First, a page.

MICHELANGELO & RAPHAEL ROOMS

For toddlers 16-36 months

Here at Village Montessori we pride ourselves on:

  • Is a Peaceful, Loving, Safe & Clean Environment
  • An environment full of opportunities for Communication.
  • An environment where the child can correct its own errors and work towards exactness.
  • An environment of collaboration.
  • An environment where the child feels honor and respected.
  • An environment of exploration.
  • An environment conducive to independence.

Hands on Learning

In a Montessori environment, students rarely learn from texts or workbooks. In all cases, direct personal hands-on contact with either real things under study or with concrete models that bring abstract concepts to life allow children to learn with much deeper understanding.

Spontaneous Activity

It is natural for children to wiggle, touch things, and explore the world around them. Any true Montessori environment encourages children to move about freely, within reasonable limits of appropriate behavior. Much of the time they select work that captures their interest and attention, although teachers also strive to draw their attention and capture their interest in new challenges and areas of inquiry. And even within this atmosphere of spontaneous activity, students do eventually have to master the basic skills of their culture, even if they would prefer to avoid them.

allsmiles

Active Learning

In Montessori classrooms, children not only select their own work most of the time, but also continue to work with tasks, returning to continue their work over many weeks or months, until finally the work is “so easy for them” that they can teach it to younger children. This is one of many ways that Montessori educators use to confirm that students have reached mastery of each skill.

Self-directed Activity

One of Montessori’s key concepts is the idea that children are driven by their desire to become independent and competent beings in the world to learn new things and master new skills. For this reason, outside rewards to create external motivation are both unnecessary and potentially can lead to passive adults who are dependent on others for everything from their self-image to permission to follow their dreams. In the process of making independent choices and exploring concepts largely on their own, Montessori children construct their own sense of individual identity and right and wrong.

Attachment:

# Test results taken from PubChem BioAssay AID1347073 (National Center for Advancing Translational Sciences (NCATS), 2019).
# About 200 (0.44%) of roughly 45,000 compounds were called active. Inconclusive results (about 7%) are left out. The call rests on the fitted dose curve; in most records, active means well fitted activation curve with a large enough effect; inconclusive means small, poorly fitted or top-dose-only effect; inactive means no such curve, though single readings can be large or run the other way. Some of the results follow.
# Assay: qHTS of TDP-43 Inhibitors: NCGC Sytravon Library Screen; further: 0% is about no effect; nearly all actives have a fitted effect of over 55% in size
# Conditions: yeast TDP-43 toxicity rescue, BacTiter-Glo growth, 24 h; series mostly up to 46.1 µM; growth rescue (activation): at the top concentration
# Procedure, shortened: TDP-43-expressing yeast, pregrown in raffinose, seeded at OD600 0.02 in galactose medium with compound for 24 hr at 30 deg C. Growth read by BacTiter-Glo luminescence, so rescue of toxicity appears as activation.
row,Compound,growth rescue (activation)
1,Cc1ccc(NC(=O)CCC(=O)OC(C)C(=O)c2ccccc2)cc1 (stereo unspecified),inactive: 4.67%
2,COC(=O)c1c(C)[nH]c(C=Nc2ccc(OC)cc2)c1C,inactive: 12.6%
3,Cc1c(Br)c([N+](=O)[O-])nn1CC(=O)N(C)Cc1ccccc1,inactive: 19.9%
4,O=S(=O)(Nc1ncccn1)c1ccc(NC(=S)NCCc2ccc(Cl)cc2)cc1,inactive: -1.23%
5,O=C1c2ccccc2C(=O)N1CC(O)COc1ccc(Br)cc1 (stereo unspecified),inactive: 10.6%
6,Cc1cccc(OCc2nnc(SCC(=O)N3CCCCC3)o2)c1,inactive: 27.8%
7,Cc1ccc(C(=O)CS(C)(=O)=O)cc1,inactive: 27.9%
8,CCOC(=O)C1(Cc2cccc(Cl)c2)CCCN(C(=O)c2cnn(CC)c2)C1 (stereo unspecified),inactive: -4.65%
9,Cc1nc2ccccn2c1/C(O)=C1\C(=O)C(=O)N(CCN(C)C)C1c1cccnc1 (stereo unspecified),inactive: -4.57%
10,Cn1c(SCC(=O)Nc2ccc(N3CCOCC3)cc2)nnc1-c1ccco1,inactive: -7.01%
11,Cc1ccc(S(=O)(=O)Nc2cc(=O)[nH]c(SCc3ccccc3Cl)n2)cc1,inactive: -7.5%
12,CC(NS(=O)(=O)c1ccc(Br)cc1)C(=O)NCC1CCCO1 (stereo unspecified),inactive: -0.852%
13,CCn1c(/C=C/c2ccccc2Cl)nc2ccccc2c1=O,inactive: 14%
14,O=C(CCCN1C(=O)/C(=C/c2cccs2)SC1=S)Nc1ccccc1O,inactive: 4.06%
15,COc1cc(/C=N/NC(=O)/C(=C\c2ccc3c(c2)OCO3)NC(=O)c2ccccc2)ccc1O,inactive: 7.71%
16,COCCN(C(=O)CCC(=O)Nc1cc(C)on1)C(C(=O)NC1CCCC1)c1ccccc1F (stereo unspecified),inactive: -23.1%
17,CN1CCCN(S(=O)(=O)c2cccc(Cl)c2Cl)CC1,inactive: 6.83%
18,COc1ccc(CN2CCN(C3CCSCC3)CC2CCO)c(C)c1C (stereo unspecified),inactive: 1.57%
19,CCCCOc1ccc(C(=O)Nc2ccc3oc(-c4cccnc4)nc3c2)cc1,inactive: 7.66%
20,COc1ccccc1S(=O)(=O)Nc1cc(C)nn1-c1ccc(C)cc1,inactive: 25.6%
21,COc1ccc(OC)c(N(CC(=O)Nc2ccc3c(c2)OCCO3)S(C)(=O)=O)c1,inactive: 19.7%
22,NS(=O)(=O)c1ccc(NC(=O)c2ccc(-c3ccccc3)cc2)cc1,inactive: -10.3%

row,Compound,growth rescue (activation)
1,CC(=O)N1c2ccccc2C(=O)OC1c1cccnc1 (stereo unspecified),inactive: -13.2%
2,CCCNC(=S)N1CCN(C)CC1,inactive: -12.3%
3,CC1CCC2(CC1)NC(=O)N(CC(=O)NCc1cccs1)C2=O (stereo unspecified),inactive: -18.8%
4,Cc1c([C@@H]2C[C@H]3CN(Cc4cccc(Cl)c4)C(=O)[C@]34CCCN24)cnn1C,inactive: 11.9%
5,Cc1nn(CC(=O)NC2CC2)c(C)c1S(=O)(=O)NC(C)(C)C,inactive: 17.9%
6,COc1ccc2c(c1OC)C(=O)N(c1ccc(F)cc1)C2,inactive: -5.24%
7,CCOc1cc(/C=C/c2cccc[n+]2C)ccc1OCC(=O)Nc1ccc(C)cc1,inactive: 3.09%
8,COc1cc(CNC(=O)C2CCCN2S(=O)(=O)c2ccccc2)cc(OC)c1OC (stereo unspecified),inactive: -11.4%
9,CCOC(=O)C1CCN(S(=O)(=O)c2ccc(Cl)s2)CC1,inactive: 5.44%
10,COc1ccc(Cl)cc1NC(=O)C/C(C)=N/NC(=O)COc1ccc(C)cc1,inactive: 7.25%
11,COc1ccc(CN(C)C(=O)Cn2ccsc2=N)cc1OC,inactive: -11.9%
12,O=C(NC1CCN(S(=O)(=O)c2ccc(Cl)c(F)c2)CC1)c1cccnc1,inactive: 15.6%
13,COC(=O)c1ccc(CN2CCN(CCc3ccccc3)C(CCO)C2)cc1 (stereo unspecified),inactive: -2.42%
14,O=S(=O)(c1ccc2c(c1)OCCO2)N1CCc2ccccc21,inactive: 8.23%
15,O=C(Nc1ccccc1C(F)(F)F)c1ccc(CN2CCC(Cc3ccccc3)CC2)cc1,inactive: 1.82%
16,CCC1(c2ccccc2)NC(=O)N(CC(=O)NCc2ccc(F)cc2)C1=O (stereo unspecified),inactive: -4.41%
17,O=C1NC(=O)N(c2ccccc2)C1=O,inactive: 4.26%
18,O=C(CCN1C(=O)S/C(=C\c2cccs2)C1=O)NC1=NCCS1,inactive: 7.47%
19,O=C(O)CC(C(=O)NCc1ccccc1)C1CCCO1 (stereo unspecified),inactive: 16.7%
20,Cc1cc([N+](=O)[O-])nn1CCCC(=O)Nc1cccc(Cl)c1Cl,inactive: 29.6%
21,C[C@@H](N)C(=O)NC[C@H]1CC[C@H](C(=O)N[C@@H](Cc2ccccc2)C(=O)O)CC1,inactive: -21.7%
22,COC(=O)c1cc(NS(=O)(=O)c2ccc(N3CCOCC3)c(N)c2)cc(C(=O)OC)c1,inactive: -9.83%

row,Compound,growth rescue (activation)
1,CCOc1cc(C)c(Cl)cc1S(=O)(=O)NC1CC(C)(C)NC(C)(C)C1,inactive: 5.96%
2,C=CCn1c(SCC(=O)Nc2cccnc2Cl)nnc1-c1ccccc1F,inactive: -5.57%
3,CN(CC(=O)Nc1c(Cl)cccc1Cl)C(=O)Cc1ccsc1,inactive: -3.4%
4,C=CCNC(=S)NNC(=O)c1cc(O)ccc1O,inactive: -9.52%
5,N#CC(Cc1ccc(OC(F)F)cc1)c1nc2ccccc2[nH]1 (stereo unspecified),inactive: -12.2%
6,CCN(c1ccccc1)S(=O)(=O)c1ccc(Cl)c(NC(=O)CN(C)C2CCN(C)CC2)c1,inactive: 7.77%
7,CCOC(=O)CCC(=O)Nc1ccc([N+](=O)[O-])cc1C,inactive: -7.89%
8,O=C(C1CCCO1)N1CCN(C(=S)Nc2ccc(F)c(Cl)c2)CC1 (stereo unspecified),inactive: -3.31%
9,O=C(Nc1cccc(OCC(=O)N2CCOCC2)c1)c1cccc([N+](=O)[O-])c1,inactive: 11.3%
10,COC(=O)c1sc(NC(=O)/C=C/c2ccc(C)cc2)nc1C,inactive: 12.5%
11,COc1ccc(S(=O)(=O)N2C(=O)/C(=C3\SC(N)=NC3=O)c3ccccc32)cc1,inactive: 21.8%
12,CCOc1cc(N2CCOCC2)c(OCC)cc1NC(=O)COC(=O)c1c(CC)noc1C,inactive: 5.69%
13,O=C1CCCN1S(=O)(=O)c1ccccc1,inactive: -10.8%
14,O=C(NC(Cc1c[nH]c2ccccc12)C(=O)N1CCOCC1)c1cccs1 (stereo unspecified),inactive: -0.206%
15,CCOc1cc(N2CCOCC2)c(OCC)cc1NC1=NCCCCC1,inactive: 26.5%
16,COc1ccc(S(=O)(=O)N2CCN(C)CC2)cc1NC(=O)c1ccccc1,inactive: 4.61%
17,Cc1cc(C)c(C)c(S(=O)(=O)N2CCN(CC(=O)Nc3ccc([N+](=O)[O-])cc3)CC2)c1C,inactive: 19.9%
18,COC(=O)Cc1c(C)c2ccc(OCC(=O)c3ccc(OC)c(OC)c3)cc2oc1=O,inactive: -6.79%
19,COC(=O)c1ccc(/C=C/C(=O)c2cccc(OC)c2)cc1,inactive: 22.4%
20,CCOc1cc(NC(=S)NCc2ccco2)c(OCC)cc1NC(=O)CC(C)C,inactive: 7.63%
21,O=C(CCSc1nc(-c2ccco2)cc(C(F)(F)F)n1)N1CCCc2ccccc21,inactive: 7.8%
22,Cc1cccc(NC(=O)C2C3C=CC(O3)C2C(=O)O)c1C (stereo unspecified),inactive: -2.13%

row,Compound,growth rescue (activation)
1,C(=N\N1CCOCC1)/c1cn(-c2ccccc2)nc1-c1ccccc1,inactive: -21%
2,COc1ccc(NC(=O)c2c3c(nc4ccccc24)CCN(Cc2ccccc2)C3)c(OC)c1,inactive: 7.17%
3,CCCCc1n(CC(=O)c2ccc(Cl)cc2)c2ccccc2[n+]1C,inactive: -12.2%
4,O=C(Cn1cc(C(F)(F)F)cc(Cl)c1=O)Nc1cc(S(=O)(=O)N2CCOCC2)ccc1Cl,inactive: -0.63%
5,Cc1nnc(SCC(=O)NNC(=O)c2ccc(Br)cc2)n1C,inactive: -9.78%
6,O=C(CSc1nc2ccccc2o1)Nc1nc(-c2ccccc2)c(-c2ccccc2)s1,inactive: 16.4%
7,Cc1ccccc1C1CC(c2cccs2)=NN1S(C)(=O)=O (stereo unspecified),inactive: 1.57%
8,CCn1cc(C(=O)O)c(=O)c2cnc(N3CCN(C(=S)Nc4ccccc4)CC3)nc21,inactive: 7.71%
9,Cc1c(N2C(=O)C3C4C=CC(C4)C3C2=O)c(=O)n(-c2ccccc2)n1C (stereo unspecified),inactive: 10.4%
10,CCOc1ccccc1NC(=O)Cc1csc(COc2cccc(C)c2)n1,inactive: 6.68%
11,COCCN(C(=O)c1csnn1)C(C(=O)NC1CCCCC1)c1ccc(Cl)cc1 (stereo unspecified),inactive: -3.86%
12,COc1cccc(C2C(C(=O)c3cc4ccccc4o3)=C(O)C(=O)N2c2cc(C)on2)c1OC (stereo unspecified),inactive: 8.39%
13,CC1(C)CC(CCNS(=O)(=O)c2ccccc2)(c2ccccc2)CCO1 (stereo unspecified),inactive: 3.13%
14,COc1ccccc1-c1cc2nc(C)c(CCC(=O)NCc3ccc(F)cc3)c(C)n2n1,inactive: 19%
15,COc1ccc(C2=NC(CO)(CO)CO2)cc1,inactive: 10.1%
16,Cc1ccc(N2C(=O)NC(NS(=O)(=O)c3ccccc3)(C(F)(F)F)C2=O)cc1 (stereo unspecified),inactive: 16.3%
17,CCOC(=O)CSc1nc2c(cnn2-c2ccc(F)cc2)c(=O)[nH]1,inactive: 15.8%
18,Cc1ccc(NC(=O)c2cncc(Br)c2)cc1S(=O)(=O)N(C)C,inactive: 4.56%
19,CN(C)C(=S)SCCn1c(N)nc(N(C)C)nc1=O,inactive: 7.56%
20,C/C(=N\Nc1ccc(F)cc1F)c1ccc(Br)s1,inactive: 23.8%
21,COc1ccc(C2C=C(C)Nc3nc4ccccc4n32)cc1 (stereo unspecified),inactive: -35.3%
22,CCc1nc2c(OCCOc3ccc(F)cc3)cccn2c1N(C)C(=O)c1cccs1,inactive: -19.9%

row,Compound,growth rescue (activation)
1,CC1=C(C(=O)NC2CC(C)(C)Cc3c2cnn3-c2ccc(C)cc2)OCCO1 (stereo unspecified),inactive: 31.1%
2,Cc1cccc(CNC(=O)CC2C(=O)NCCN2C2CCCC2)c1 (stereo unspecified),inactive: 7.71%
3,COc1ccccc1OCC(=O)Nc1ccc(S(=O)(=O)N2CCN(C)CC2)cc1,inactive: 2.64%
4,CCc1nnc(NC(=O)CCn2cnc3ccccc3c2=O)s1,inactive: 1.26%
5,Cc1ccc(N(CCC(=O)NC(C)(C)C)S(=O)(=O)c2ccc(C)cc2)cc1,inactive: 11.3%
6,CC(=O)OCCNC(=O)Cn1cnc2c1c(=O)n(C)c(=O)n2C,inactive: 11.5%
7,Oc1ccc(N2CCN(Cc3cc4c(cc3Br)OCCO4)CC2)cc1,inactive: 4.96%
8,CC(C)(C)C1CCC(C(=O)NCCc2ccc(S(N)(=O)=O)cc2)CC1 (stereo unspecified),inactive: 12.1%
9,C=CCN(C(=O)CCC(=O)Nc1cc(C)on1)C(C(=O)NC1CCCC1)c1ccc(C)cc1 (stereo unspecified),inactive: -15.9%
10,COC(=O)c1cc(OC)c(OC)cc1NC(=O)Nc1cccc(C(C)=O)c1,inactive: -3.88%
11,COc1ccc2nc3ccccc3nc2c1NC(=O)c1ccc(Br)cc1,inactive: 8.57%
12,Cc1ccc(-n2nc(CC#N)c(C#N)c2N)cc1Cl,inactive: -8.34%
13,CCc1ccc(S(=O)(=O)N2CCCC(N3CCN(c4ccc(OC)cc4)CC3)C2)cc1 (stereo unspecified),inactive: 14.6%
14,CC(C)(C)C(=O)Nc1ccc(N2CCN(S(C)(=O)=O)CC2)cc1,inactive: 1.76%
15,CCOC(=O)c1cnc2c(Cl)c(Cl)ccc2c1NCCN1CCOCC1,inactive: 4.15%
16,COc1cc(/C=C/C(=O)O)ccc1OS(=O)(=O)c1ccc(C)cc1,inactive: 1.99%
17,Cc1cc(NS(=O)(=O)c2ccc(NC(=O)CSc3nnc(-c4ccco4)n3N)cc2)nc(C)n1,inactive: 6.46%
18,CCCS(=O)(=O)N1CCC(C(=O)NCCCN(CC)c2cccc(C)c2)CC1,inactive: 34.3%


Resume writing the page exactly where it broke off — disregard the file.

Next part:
Freedom within Limits

Montessori children enjoy considerable freedom of movement and choice; however their freedom always exists within carefully defined limits on the range of their behavior. They are free to do anything appropriate to the ground rules of the community, but redirected promptly and firmly if they cross over the line.

Intrinsic Motivation to Learn

Intrinsic Motivation to Learn: In Montessori programs, children do not work for grades or external rewards, nor do they simply complete assignments given them by their teachers. Children learn because they are interested in things, and because all children share a desire to become competent and independent human beings.